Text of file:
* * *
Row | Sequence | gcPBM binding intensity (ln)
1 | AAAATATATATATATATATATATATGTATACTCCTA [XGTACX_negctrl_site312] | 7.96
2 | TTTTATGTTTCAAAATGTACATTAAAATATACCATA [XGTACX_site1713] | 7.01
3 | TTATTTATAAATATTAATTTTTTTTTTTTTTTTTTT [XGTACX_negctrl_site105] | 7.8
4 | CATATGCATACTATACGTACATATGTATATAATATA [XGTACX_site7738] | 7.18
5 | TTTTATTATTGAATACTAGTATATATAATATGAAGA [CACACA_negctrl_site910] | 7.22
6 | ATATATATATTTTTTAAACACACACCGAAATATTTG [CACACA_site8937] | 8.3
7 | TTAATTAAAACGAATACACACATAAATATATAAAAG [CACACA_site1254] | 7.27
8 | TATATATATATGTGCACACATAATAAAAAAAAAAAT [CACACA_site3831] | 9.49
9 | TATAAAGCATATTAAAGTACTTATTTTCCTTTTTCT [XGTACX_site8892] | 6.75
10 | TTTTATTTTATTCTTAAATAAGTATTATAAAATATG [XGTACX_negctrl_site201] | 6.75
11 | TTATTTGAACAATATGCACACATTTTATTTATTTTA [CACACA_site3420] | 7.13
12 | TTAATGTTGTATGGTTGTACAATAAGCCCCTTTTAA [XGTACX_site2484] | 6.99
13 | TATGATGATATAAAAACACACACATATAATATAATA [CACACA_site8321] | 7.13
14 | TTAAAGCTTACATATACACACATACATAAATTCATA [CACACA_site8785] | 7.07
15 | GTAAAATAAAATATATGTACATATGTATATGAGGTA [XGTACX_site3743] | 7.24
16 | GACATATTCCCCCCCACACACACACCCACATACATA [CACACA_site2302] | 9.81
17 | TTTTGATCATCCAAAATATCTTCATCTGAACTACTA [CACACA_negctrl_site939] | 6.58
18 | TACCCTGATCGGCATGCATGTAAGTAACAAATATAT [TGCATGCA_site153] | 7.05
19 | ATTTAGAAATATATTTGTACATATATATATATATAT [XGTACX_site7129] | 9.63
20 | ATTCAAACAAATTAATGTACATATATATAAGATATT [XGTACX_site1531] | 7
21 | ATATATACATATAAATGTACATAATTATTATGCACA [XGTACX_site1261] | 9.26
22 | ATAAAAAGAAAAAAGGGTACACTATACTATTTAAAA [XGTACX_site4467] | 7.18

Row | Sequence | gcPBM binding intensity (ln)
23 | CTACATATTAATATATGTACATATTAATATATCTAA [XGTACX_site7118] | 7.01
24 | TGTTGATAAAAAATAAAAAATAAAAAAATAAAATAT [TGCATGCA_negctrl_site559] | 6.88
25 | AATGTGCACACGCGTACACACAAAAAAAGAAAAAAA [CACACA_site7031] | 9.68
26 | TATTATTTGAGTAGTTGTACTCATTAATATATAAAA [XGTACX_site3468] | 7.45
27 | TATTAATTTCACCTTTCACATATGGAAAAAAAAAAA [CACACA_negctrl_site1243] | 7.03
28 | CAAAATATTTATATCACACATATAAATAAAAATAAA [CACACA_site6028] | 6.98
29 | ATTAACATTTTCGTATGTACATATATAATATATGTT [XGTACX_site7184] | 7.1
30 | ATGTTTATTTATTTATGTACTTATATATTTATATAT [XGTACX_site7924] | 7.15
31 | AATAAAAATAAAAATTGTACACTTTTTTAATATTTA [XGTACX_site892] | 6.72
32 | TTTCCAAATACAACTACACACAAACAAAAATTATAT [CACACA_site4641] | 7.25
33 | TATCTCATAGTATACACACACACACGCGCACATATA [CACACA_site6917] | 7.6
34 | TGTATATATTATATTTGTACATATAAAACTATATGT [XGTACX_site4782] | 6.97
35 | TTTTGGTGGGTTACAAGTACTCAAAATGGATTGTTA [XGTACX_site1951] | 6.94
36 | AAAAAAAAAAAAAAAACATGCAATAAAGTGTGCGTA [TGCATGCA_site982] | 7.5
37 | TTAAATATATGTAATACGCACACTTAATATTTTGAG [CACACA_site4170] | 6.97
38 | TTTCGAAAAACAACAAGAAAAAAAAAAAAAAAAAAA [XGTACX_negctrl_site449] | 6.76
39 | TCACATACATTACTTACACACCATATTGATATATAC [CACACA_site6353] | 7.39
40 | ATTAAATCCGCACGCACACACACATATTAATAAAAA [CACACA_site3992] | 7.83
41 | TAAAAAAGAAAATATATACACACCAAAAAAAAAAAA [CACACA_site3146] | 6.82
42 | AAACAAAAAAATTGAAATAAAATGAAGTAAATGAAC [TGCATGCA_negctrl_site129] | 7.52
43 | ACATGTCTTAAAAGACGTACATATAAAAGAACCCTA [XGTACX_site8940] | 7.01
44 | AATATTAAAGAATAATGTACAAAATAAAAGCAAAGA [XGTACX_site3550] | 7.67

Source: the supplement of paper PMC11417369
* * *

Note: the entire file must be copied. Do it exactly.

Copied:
Row | Sequence | gcPBM binding intensity (ln)
1 | AAAATATATATATATATATATATATGTATACTCCTA [XGTACX_negctrl_site312] | 7.96
2 | TTTTATGTTTCAAAATGTACATTAAAATATACCATA [XGTACX_site1713] | 7.01
3 | TTATTTATAAATATTAATTTTTTTTTTTTTTTTTTT [XGTACX_negctrl_site105] | 7.8
4 | CATATGCATACTATACGTACATATGTATATAATATA [XGTACX_site7738] | 7.18
5 | TTTTATTATTGAATACTAGTATATATAATATGAAGA [CACACA_negctrl_site910] | 7.22
6 | ATATATATATTTTTTAAACACACACCGAAATATTTG [CACACA_site8937] | 8.3
7 | TTAATTAAAACGAATACACACATAAATATATAAAAG [CACACA_site1254] | 7.27
8 | TATATATATATGTGCACACATAATAAAAAAAAAAAT [CACACA_site3831] | 9.49
9 | TATAAAGCATATTAAAGTACTTATTTTCCTTTTTCT [XGTACX_site8892] | 6.75
10 | TTTTATTTTATTCTTAAATAAGTATTATAAAATATG [XGTACX_negctrl_site201] | 6.75
11 | TTATTTGAACAATATGCACACATTTTATTTATTTTA [CACACA_site3420] | 7.13
12 | TTAATGTTGTATGGTTGTACAATAAGCCCCTTTTAA [XGTACX_site2484] | 6.99
13 | TATGATGATATAAAAACACACACATATAATATAATA [CACACA_site8321] | 7.13
14 | TTAAAGCTTACATATACACACATACATAAATTCATA [CACACA_site8785] | 7.07
15 | GTAAAATAAAATATATGTACATATGTATATGAGGTA [XGTACX_site3743] | 7.24
16 | GACATATTCCCCCCCACACACACACCCACATACATA [CACACA_site2302] | 9.81
17 | TTTTGATCATCCAAAATATCTTCATCTGAACTACTA [CACACA_negctrl_site939] | 6.58
18 | TACCCTGATCGGCATGCATGTAAGTAACAAATATAT [TGCATGCA_site153] | 7.05
19 | ATTTAGAAATATATTTGTACATATATATATATATAT [XGTACX_site7129] | 9.63
20 | ATTCAAACAAATTAATGTACATATATATAAGATATT [XGTACX_site1531] | 7
21 | ATATATACATATAAATGTACATAATTATTATGCACA [XGTACX_site1261] | 9.26
22 | ATAAAAAGAAAAAAGGGTACACTATACTATTTAAAA [XGTACX_site4467] | 7.18

Row | Sequence | gcPBM binding intensity (ln)
23 | CTACATATTAATATATGTACATATTAATATATCTAA [XGTACX_site7118] | 7.01
24 | TGTTGATAAAAAATAAAAAATAAAAAAATAAAATAT [TGCATGCA_negctrl_site559] | 6.88
25 | AATGTGCACACGCGTACACACAAAAAAAGAAAAAAA [CACACA_site7031] | 9.68
26 | TATTATTTGAGTAGTTGTACTCATTAATATATAAAA [XGTACX_site3468] | 7.45
27 | TATTAATTTCACCTTTCACATATGGAAAAAAAAAAA [CACACA_negctrl_site1243] | 7.03
28 | CAAAATATTTATATCACACATATAAATAAAAATAAA [CACACA_site6028] | 6.98
29 | ATTAACATTTTCGTATGTACATATATAATATATGTT [XGTACX_site7184] | 7.1
30 | ATGTTTATTTATTTATGTACTTATATATTTATATAT [XGTACX_site7924] | 7.15
31 | AATAAAAATAAAAATTGTACACTTTTTTAATATTTA [XGTACX_site892] | 6.72
32 | TTTCCAAATACAACTACACACAAACAAAAATTATAT [CACACA_site4641] | 7.25
33 | TATCTCATAGTATACACACACACACGCGCACATATA [CACACA_site6917] | 7.6
34 | TGTATATATTATATTTGTACATATAAAACTATATGT [XGTACX_site4782] | 6.97
35 | TTTTGGTGGGTTACAAGTACTCAAAATGGATTGTTA [XGTACX_site1951] | 6.94
36 | AAAAAAAAAAAAAAAACATGCAATAAAGTGTGCGTA [TGCATGCA_site982] | 7.5
37 | TTAAATATATGTAATACGCACACTTAATATTTTGAG [CACACA_site4170] | 6.97
38 | TTTCGAAAAACAACAAGAAAAAAAAAAAAAAAAAAA [XGTACX_negctrl_site449] | 6.76
39 | TCACATACATTACTTACACACCATATTGATATATAC [CACACA_site6353] | 7.39
40 | ATTAAATCCGCACGCACACACACATATTAATAAAAA [CACACA_site3992] | 7.83
41 | TAAAAAAGAAAATATATACACACCAAAAAAAAAAAA [CACACA_site3146] | 6.82
42 | AAACAAAAAAATTGAAATAAAATGAAGTAAATGAAC [TGCATGCA_negctrl_site129] | 7.52
43 | ACATGTCTTAAAAGACGTACATATAAAAGAACCCTA [XGTACX_site8940] | 7.01
44 | AATATTAAAGAATAATGTACAAAATAAAAGCAAAGA [XGTACX_site3550] | 7.67

Source: the supplement of paper PMC11417369